Chandergupta, the first Mauryan king and truly a conqueror,
was a son of the Potohar and a prince of Taxila, who having defeated the Greek
satrap in the Khyber mountains around 303 B.C. was crowned King at Taxila.
It was from here that he assembled an army largely constituted from the frontier
hill tribes and those from the river valleys that he marched into the Gangetic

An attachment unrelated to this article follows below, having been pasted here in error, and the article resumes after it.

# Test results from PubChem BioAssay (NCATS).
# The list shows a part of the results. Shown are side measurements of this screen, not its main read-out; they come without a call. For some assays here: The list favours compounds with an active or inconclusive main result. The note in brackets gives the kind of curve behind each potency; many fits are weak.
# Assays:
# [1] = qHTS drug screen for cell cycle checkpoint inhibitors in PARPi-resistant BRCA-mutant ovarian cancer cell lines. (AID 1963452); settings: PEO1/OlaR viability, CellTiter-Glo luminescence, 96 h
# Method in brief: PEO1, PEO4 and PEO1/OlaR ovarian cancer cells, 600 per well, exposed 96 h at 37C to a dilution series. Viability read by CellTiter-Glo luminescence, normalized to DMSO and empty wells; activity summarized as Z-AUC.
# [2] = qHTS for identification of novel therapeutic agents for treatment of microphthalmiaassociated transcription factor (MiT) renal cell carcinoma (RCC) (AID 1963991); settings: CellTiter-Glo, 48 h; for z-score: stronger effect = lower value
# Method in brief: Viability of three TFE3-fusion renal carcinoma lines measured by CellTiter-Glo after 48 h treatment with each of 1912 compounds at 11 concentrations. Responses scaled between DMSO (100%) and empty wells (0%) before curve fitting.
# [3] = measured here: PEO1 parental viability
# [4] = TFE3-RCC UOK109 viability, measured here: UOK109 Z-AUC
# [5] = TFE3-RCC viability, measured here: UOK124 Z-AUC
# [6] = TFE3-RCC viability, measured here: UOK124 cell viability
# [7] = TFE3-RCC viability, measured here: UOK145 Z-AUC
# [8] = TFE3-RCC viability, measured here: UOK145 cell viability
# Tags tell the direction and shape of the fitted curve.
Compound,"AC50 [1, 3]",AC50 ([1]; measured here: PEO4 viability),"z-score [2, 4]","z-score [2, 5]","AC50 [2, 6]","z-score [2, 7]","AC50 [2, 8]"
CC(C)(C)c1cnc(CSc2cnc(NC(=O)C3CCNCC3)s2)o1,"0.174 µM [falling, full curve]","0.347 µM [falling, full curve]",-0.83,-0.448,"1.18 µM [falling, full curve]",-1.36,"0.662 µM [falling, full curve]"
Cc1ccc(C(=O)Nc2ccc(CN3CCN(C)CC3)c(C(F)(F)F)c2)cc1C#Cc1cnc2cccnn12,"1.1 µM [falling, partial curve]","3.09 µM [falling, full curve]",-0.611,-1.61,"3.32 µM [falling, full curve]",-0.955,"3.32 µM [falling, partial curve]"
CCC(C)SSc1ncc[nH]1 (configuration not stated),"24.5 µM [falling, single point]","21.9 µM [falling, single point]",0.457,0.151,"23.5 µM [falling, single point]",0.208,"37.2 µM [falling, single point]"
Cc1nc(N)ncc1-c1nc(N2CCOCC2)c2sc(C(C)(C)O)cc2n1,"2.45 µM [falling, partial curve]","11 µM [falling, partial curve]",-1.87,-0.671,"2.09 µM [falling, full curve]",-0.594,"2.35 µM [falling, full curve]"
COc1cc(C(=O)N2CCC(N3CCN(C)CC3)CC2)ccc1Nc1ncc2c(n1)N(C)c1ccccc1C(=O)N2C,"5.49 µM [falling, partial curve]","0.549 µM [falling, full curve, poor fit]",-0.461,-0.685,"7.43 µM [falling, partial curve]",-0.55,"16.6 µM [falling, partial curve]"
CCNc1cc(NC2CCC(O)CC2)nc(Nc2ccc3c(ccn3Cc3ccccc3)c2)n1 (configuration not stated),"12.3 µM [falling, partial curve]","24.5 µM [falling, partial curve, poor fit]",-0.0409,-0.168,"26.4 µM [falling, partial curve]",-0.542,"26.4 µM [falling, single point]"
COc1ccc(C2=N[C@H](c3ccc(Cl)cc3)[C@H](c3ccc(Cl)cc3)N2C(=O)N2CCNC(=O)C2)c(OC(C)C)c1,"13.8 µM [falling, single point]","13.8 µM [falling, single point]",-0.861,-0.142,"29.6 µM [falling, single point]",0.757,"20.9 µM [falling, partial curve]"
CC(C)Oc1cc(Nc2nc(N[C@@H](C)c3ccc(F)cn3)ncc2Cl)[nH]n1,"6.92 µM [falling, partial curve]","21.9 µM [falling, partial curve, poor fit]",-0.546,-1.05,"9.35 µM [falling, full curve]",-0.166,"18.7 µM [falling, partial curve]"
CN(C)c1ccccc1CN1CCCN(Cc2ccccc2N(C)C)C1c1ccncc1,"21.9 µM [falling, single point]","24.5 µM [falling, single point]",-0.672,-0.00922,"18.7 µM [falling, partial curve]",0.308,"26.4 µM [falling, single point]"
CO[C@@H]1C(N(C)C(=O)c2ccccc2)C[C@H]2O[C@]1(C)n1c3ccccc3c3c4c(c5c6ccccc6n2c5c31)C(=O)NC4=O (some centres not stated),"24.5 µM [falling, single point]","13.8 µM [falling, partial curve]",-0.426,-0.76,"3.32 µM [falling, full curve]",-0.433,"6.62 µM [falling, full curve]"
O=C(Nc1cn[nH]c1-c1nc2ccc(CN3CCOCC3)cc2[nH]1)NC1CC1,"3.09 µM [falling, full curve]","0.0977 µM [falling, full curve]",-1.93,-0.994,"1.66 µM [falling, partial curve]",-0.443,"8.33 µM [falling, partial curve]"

plains, defeated the Hindu Nanda ruler and established his empire in Magadha
(present Bihar). He was not a Gangetic Indian, nor a Brahmin and his conquest
of the seat of power in heartland India was indeed, after Alexander, the
first invasion from the north-west. Ashoka was his grandson and inherited
Chandergupta?s empire on the north-west (much of it including portion of
upper Kabul valleys were ceded by the Greek satrap after his defeat and was
never conquered by Ashoka). Ashoka?s edicts in the north-western region of
Mauryan empire reveal his continuing affection and link with people of this
region whom he always regarded as his own.